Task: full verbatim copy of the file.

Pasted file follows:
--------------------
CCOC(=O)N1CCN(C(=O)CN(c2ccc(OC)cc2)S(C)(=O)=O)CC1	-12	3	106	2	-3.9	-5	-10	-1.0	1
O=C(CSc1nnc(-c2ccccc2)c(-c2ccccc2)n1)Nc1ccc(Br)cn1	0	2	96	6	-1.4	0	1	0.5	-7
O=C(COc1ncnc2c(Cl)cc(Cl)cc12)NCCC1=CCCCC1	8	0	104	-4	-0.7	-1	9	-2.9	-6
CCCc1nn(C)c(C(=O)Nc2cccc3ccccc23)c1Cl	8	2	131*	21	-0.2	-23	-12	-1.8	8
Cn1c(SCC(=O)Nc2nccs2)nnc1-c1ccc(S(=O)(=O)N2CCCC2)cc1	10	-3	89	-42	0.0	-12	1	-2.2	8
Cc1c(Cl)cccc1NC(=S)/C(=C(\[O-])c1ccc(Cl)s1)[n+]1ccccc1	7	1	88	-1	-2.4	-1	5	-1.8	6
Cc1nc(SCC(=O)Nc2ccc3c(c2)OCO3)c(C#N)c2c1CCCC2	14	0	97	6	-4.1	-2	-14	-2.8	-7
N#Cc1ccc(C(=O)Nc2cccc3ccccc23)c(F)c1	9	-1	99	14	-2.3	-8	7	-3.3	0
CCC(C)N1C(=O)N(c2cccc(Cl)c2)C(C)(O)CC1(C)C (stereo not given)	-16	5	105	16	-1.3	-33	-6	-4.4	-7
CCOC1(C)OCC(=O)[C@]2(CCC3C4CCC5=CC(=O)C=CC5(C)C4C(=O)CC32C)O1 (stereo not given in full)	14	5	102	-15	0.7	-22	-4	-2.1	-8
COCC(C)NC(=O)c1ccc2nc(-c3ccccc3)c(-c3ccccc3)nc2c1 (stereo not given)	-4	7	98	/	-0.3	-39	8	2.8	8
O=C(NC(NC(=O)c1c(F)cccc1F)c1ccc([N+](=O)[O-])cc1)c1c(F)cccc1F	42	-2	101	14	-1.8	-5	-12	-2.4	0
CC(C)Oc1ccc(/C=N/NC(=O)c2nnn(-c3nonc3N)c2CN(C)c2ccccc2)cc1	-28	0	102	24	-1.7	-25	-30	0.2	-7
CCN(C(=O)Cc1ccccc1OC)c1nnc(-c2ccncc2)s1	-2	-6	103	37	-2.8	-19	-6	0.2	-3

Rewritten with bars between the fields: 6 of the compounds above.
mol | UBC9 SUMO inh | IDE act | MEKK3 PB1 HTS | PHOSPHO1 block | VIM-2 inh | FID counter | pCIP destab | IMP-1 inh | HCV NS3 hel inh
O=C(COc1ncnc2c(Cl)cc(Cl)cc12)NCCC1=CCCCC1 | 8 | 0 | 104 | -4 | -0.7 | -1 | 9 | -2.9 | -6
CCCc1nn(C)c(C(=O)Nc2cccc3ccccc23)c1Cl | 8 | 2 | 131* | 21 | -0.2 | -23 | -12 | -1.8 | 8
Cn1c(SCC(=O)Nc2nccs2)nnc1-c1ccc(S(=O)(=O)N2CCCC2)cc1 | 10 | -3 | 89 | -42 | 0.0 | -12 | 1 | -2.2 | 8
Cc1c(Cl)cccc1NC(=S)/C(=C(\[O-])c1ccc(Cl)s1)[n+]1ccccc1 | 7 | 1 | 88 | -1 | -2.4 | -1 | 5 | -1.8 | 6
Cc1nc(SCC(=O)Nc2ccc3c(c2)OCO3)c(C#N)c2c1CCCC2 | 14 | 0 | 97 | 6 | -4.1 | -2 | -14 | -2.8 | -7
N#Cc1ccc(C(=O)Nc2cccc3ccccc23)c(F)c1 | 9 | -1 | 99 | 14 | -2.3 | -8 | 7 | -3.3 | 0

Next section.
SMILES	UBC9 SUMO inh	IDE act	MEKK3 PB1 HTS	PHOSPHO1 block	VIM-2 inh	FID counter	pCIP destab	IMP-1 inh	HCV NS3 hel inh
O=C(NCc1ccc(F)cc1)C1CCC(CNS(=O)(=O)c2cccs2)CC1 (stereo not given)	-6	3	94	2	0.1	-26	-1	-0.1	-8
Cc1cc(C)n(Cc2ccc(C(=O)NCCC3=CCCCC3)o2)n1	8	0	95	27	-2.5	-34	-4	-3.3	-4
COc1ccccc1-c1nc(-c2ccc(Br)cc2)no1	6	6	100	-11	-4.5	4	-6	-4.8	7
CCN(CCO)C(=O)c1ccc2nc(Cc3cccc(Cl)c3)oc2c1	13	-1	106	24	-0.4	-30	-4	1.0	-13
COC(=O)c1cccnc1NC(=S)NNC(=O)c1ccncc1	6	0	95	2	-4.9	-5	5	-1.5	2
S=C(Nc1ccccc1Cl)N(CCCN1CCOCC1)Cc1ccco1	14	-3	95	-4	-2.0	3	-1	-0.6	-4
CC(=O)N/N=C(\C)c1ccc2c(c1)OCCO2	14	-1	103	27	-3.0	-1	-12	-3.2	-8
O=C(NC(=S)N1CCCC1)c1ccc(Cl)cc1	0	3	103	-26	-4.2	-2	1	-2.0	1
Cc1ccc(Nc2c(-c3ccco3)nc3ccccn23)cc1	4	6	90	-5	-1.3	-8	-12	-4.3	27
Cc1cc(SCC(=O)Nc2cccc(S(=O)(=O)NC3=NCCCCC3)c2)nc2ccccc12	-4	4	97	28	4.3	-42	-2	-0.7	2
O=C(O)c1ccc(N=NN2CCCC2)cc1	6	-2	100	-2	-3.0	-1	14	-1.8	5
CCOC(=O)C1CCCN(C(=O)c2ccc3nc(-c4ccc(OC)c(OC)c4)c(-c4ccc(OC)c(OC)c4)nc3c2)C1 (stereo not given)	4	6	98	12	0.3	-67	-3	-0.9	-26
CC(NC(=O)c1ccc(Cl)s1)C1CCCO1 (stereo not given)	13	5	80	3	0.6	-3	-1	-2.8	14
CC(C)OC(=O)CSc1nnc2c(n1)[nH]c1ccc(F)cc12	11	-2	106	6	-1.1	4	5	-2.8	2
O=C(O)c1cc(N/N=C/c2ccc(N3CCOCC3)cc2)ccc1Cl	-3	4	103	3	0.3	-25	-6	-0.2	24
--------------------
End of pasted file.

CCOC(=O)N1CCN(C(=O)CN(c2ccc(OC)cc2)S(C)(=O)=O)CC1	-12	3	106	2	-3.9	-5	-10	-1.0	1
O=C(CSc1nnc(-c2ccccc2)c(-c2ccccc2)n1)Nc1ccc(Br)cn1	0	2	96	6	-1.4	0	1	0.5	-7
O=C(COc1ncnc2c(Cl)cc(Cl)cc12)NCCC1=CCCCC1	8	0	104	-4	-0.7	-1	9	-2.9	-6
CCCc1nn(C)c(C(=O)Nc2cccc3ccccc23)c1Cl	8	2	131*	21	-0.2	-23	-12	-1.8	8
Cn1c(SCC(=O)Nc2nccs2)nnc1-c1ccc(S(=O)(=O)N2CCCC2)cc1	10	-3	89	-42	0.0	-12	1	-2.2	8
Cc1c(Cl)cccc1NC(=S)/C(=C(\[O-])c1ccc(Cl)s1)[n+]1ccccc1	7	1	88	-1	-2.4	-1	5	-1.8	6
Cc1nc(SCC(=O)Nc2ccc3c(c2)OCO3)c(C#N)c2c1CCCC2	14	0	97	6	-4.1	-2	-14	-2.8	-7
N#Cc1ccc(C(=O)Nc2cccc3ccccc23)c(F)c1	9	-1	99	14	-2.3	-8	7	-3.3	0
CCC(C)N1C(=O)N(c2cccc(Cl)c2)C(C)(O)CC1(C)C (stereo not given)	-16	5	105	16	-1.3	-33	-6	-4.4	-7
CCOC1(C)OCC(=O)[C@]2(CCC3C4CCC5=CC(=O)C=CC5(C)C4C(=O)CC32C)O1 (stereo not given in full)	14	5	102	-15	0.7	-22	-4	-2.1	-8
COCC(C)NC(=O)c1ccc2nc(-c3ccccc3)c(-c3ccccc3)nc2c1 (stereo not given)	-4	7	98	/	-0.3	-39	8	2.8	8
O=C(NC(NC(=O)c1c(F)cccc1F)c1ccc([N+](=O)[O-])cc1)c1c(F)cccc1F	42	-2	101	14	-1.8	-5	-12	-2.4	0
CC(C)Oc1ccc(/C=N/NC(=O)c2nnn(-c3nonc3N)c2CN(C)c2ccccc2)cc1	-28	0	102	24	-1.7	-25	-30	0.2	-7
CCN(C(=O)Cc1ccccc1OC)c1nnc(-c2ccncc2)s1	-2	-6	103	37	-2.8	-19	-6	0.2	-3

Rewritten with bars between the fields: 6 of the compounds above.
mol | UBC9 SUMO inh | IDE act | MEKK3 PB1 HTS | PHOSPHO1 block | VIM-2 inh | FID counter | pCIP destab | IMP-1 inh | HCV NS3 hel inh
O=C(COc1ncnc2c(Cl)cc(Cl)cc12)NCCC1=CCCCC1 | 8 | 0 | 104 | -4 | -0.7 | -1 | 9 | -2.9 | -6
CCCc1nn(C)c(C(=O)Nc2cccc3ccccc23)c1Cl | 8 | 2 | 131* | 21 | -0.2 | -23 | -12 | -1.8 | 8
Cn1c(SCC(=O)Nc2nccs2)nnc1-c1ccc(S(=O)(=O)N2CCCC2)cc1 | 10 | -3 | 89 | -42 | 0.0 | -12 | 1 | -2.2 | 8
Cc1c(Cl)cccc1NC(=S)/C(=C(\[O-])c1ccc(Cl)s1)[n+]1ccccc1 | 7 | 1 | 88 | -1 | -2.4 | -1 | 5 | -1.8 | 6
Cc1nc(SCC(=O)Nc2ccc3c(c2)OCO3)c(C#N)c2c1CCCC2 | 14 | 0 | 97 | 6 | -4.1 | -2 | -14 | -2.8 | -7
N#Cc1ccc(C(=O)Nc2cccc3ccccc23)c(F)c1 | 9 | -1 | 99 | 14 | -2.3 | -8 | 7 | -3.3 | 0

Next section.
SMILES	UBC9 SUMO inh	IDE act	MEKK3 PB1 HTS	PHOSPHO1 block	VIM-2 inh	FID counter	pCIP destab	IMP-1 inh	HCV NS3 hel inh
O=C(NCc1ccc(F)cc1)C1CCC(CNS(=O)(=O)c2cccs2)CC1 (stereo not given)	-6	3	94	2	0.1	-26	-1	-0.1	-8
Cc1cc(C)n(Cc2ccc(C(=O)NCCC3=CCCCC3)o2)n1	8	0	95	27	-2.5	-34	-4	-3.3	-4
COc1ccccc1-c1nc(-c2ccc(Br)cc2)no1	6	6	100	-11	-4.5	4	-6	-4.8	7
CCN(CCO)C(=O)c1ccc2nc(Cc3cccc(Cl)c3)oc2c1	13	-1	106	24	-0.4	-30	-4	1.0	-13
COC(=O)c1cccnc1NC(=S)NNC(=O)c1ccncc1	6	0	95	2	-4.9	-5	5	-1.5	2
S=C(Nc1ccccc1Cl)N(CCCN1CCOCC1)Cc1ccco1	14	-3	95	-4	-2.0	3	-1	-0.6	-4
CC(=O)N/N=C(\C)c1ccc2c(c1)OCCO2	14	-1	103	27	-3.0	-1	-12	-3.2	-8
O=C(NC(=S)N1CCCC1)c1ccc(Cl)cc1	0	3	103	-26	-4.2	-2	1	-2.0	1
Cc1ccc(Nc2c(-c3ccco3)nc3ccccn23)cc1	4	6	90	-5	-1.3	-8	-12	-4.3	27
Cc1cc(SCC(=O)Nc2cccc(S(=O)(=O)NC3=NCCCCC3)c2)nc2ccccc12	-4	4	97	28	4.3	-42	-2	-0.7	2
O=C(O)c1ccc(N=NN2CCCC2)cc1	6	-2	100	-2	-3.0	-1	14	-1.8	5
CCOC(=O)C1CCCN(C(=O)c2ccc3nc(-c4ccc(OC)c(OC)c4)c(-c4ccc(OC)c(OC)c4)nc3c2)C1 (stereo not given)	4	6	98	12	0.3	-67	-3	-0.9	-26
CC(NC(=O)c1ccc(Cl)s1)C1CCCO1 (stereo not given)	13	5	80	3	0.6	-3	-1	-2.8	14
CC(C)OC(=O)CSc1nnc2c(n1)[nH]c1ccc(F)cc12	11	-2	106	6	-1.1	4	5	-2.8	2
O=C(O)c1cc(N/N=C/c2ccc(N3CCOCC3)cc2)ccc1Cl	-3	4	103	3	0.3	-25	-6	-0.2	24